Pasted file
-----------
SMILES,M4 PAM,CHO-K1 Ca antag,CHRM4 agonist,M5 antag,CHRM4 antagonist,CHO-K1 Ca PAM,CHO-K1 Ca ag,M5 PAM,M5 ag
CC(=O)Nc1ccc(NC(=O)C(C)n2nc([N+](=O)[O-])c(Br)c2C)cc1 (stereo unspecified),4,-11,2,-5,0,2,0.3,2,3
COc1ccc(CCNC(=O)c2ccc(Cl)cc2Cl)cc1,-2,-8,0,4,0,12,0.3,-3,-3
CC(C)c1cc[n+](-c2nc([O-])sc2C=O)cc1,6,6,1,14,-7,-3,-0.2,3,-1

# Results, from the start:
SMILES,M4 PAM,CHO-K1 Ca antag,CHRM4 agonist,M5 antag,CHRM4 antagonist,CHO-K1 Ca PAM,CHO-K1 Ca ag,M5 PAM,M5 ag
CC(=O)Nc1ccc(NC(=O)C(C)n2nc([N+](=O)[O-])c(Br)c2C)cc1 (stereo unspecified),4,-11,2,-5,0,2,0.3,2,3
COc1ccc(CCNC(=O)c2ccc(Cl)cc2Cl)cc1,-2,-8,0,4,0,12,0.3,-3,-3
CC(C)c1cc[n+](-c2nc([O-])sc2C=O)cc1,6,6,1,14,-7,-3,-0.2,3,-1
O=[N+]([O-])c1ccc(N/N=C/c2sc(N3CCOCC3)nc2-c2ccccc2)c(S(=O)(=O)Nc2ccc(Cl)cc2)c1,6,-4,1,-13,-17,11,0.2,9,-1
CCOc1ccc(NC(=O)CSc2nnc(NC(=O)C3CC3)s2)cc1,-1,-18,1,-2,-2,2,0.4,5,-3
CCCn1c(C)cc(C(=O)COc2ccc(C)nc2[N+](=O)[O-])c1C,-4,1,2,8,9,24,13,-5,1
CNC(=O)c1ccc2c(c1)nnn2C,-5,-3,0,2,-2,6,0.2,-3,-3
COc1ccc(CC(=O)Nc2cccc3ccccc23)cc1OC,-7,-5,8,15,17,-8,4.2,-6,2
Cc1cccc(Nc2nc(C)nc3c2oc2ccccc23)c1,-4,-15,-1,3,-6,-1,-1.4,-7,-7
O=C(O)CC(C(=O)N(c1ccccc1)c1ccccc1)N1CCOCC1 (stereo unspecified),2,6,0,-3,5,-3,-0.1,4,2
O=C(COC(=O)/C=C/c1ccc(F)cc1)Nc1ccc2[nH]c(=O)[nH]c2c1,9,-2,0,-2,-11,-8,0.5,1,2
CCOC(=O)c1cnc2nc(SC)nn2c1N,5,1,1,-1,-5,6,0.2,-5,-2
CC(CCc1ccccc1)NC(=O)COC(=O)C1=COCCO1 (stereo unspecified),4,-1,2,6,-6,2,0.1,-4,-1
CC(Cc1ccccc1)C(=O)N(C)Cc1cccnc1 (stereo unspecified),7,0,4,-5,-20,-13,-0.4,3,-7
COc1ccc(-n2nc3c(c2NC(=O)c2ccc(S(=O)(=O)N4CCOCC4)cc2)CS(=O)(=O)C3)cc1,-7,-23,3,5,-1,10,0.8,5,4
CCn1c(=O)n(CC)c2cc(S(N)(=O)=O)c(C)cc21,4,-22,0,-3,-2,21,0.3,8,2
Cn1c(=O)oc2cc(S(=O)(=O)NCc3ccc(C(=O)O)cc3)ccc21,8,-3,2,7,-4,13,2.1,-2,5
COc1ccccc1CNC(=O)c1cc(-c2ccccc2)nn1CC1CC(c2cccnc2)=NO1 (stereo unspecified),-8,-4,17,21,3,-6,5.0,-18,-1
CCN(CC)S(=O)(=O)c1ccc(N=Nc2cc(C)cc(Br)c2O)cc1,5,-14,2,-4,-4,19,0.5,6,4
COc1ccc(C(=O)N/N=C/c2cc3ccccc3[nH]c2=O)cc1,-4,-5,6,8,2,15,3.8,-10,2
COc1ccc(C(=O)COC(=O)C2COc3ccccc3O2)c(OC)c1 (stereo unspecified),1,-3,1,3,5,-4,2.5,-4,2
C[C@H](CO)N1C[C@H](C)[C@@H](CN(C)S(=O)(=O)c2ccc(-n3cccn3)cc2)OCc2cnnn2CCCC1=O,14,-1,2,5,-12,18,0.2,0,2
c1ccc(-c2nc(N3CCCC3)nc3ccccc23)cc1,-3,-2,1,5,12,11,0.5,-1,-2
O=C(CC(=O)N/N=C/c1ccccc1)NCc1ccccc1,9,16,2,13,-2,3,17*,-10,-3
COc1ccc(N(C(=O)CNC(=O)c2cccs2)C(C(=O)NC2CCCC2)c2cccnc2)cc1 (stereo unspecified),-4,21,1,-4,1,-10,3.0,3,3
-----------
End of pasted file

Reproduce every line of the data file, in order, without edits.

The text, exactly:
SMILES,M4 PAM,CHO-K1 Ca antag,CHRM4 agonist,M5 antag,CHRM4 antagonist,CHO-K1 Ca PAM,CHO-K1 Ca ag,M5 PAM,M5 ag
CC(=O)Nc1ccc(NC(=O)C(C)n2nc([N+](=O)[O-])c(Br)c2C)cc1 (stereo unspecified),4,-11,2,-5,0,2,0.3,2,3
COc1ccc(CCNC(=O)c2ccc(Cl)cc2Cl)cc1,-2,-8,0,4,0,12,0.3,-3,-3
CC(C)c1cc[n+](-c2nc([O-])sc2C=O)cc1,6,6,1,14,-7,-3,-0.2,3,-1

# Results, from the start:
SMILES,M4 PAM,CHO-K1 Ca antag,CHRM4 agonist,M5 antag,CHRM4 antagonist,CHO-K1 Ca PAM,CHO-K1 Ca ag,M5 PAM,M5 ag
CC(=O)Nc1ccc(NC(=O)C(C)n2nc([N+](=O)[O-])c(Br)c2C)cc1 (stereo unspecified),4,-11,2,-5,0,2,0.3,2,3
COc1ccc(CCNC(=O)c2ccc(Cl)cc2Cl)cc1,-2,-8,0,4,0,12,0.3,-3,-3
CC(C)c1cc[n+](-c2nc([O-])sc2C=O)cc1,6,6,1,14,-7,-3,-0.2,3,-1
O=[N+]([O-])c1ccc(N/N=C/c2sc(N3CCOCC3)nc2-c2ccccc2)c(S(=O)(=O)Nc2ccc(Cl)cc2)c1,6,-4,1,-13,-17,11,0.2,9,-1
CCOc1ccc(NC(=O)CSc2nnc(NC(=O)C3CC3)s2)cc1,-1,-18,1,-2,-2,2,0.4,5,-3
CCCn1c(C)cc(C(=O)COc2ccc(C)nc2[N+](=O)[O-])c1C,-4,1,2,8,9,24,13,-5,1
CNC(=O)c1ccc2c(c1)nnn2C,-5,-3,0,2,-2,6,0.2,-3,-3
COc1ccc(CC(=O)Nc2cccc3ccccc23)cc1OC,-7,-5,8,15,17,-8,4.2,-6,2
Cc1cccc(Nc2nc(C)nc3c2oc2ccccc23)c1,-4,-15,-1,3,-6,-1,-1.4,-7,-7
O=C(O)CC(C(=O)N(c1ccccc1)c1ccccc1)N1CCOCC1 (stereo unspecified),2,6,0,-3,5,-3,-0.1,4,2
O=C(COC(=O)/C=C/c1ccc(F)cc1)Nc1ccc2[nH]c(=O)[nH]c2c1,9,-2,0,-2,-11,-8,0.5,1,2
CCOC(=O)c1cnc2nc(SC)nn2c1N,5,1,1,-1,-5,6,0.2,-5,-2
CC(CCc1ccccc1)NC(=O)COC(=O)C1=COCCO1 (stereo unspecified),4,-1,2,6,-6,2,0.1,-4,-1
CC(Cc1ccccc1)C(=O)N(C)Cc1cccnc1 (stereo unspecified),7,0,4,-5,-20,-13,-0.4,3,-7
COc1ccc(-n2nc3c(c2NC(=O)c2ccc(S(=O)(=O)N4CCOCC4)cc2)CS(=O)(=O)C3)cc1,-7,-23,3,5,-1,10,0.8,5,4
CCn1c(=O)n(CC)c2cc(S(N)(=O)=O)c(C)cc21,4,-22,0,-3,-2,21,0.3,8,2
Cn1c(=O)oc2cc(S(=O)(=O)NCc3ccc(C(=O)O)cc3)ccc21,8,-3,2,7,-4,13,2.1,-2,5
COc1ccccc1CNC(=O)c1cc(-c2ccccc2)nn1CC1CC(c2cccnc2)=NO1 (stereo unspecified),-8,-4,17,21,3,-6,5.0,-18,-1
CCN(CC)S(=O)(=O)c1ccc(N=Nc2cc(C)cc(Br)c2O)cc1,5,-14,2,-4,-4,19,0.5,6,4
COc1ccc(C(=O)N/N=C/c2cc3ccccc3[nH]c2=O)cc1,-4,-5,6,8,2,15,3.8,-10,2
COc1ccc(C(=O)COC(=O)C2COc3ccccc3O2)c(OC)c1 (stereo unspecified),1,-3,1,3,5,-4,2.5,-4,2
C[C@H](CO)N1C[C@H](C)[C@@H](CN(C)S(=O)(=O)c2ccc(-n3cccn3)cc2)OCc2cnnn2CCCC1=O,14,-1,2,5,-12,18,0.2,0,2
c1ccc(-c2nc(N3CCCC3)nc3ccccc23)cc1,-3,-2,1,5,12,11,0.5,-1,-2
O=C(CC(=O)N/N=C/c1ccccc1)NCc1ccccc1,9,16,2,13,-2,3,17*,-10,-3
COc1ccc(N(C(=O)CNC(=O)c2cccs2)C(C(=O)NC2CCCC2)c2cccnc2)cc1 (stereo unspecified),-4,21,1,-4,1,-10,3.0,3,3